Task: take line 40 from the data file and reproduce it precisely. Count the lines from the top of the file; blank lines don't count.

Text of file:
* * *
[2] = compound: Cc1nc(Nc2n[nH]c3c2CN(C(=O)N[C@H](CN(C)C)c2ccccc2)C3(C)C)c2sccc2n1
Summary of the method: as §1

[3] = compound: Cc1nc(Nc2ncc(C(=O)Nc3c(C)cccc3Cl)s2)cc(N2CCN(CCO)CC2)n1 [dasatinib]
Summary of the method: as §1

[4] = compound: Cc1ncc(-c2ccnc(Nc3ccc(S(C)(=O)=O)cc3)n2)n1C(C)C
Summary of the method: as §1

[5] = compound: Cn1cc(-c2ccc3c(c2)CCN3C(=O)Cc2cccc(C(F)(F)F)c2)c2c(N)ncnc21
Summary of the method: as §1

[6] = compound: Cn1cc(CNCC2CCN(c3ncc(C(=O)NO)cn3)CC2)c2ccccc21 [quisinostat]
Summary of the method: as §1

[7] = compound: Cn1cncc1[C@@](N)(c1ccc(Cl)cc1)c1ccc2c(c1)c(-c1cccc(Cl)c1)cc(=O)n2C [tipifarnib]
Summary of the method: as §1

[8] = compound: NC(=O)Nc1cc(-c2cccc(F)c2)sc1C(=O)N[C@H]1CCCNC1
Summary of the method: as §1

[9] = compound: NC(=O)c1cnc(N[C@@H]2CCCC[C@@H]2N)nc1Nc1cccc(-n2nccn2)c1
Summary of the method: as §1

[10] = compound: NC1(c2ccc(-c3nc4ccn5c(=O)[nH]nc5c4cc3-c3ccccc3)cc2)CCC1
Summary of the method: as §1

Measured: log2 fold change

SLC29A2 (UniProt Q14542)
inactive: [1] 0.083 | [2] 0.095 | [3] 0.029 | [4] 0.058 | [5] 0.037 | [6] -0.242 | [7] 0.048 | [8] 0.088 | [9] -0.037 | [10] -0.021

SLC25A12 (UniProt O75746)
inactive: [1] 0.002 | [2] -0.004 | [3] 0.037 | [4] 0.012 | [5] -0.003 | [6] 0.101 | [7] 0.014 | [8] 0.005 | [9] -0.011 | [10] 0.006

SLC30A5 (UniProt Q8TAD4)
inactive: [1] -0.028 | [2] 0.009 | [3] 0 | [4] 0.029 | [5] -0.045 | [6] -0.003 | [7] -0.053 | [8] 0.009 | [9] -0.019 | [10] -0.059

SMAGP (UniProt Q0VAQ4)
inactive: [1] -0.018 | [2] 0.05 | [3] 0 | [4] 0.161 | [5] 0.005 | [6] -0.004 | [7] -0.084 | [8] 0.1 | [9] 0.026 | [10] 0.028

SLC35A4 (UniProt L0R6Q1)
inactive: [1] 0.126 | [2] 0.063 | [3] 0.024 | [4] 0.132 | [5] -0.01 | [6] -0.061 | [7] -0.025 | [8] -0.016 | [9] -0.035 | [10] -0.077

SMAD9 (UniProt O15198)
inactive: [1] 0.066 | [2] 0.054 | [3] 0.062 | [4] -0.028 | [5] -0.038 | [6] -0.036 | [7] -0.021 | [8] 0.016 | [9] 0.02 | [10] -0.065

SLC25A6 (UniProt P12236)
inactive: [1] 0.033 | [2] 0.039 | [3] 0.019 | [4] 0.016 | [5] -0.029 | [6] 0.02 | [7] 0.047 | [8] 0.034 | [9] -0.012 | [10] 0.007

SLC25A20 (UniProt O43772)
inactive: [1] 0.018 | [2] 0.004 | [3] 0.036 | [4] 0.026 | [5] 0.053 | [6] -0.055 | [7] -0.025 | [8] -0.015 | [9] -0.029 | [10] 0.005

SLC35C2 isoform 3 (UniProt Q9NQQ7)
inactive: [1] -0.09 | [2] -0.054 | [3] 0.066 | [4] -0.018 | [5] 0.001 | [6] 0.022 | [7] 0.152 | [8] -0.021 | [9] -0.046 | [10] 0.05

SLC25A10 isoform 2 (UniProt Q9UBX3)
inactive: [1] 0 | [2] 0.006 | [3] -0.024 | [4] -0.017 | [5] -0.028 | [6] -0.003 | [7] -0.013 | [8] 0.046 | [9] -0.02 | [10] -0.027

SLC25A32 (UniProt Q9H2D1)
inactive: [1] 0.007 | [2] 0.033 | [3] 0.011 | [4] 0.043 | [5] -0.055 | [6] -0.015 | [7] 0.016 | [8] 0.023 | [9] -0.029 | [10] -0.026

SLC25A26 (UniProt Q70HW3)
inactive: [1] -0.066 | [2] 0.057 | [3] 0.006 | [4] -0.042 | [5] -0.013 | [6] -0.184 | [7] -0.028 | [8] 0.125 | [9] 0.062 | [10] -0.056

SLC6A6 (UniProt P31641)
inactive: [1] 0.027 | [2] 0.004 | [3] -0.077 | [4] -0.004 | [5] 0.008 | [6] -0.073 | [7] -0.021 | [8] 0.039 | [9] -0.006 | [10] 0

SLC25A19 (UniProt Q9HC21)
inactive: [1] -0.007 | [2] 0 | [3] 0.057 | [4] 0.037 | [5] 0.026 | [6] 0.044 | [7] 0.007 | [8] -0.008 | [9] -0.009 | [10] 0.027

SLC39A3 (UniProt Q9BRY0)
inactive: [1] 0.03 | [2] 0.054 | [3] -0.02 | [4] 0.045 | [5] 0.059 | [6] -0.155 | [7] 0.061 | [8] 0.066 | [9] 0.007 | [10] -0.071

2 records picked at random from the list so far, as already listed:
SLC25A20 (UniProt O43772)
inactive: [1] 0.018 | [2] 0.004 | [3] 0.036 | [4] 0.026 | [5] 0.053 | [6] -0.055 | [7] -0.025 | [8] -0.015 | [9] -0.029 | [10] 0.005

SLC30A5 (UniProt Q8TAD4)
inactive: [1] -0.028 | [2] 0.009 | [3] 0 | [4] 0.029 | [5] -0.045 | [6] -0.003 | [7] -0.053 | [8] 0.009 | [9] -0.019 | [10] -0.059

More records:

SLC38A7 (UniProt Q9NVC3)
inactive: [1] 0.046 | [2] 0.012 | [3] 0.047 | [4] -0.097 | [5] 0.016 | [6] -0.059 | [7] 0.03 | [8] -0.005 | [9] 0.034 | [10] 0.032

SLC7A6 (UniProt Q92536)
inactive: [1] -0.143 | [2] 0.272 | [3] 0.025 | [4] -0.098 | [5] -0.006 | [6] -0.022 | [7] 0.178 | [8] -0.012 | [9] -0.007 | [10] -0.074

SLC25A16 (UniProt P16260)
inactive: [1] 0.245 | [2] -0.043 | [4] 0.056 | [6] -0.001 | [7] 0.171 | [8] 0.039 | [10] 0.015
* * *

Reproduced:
SLC25A32 (UniProt Q9H2D1)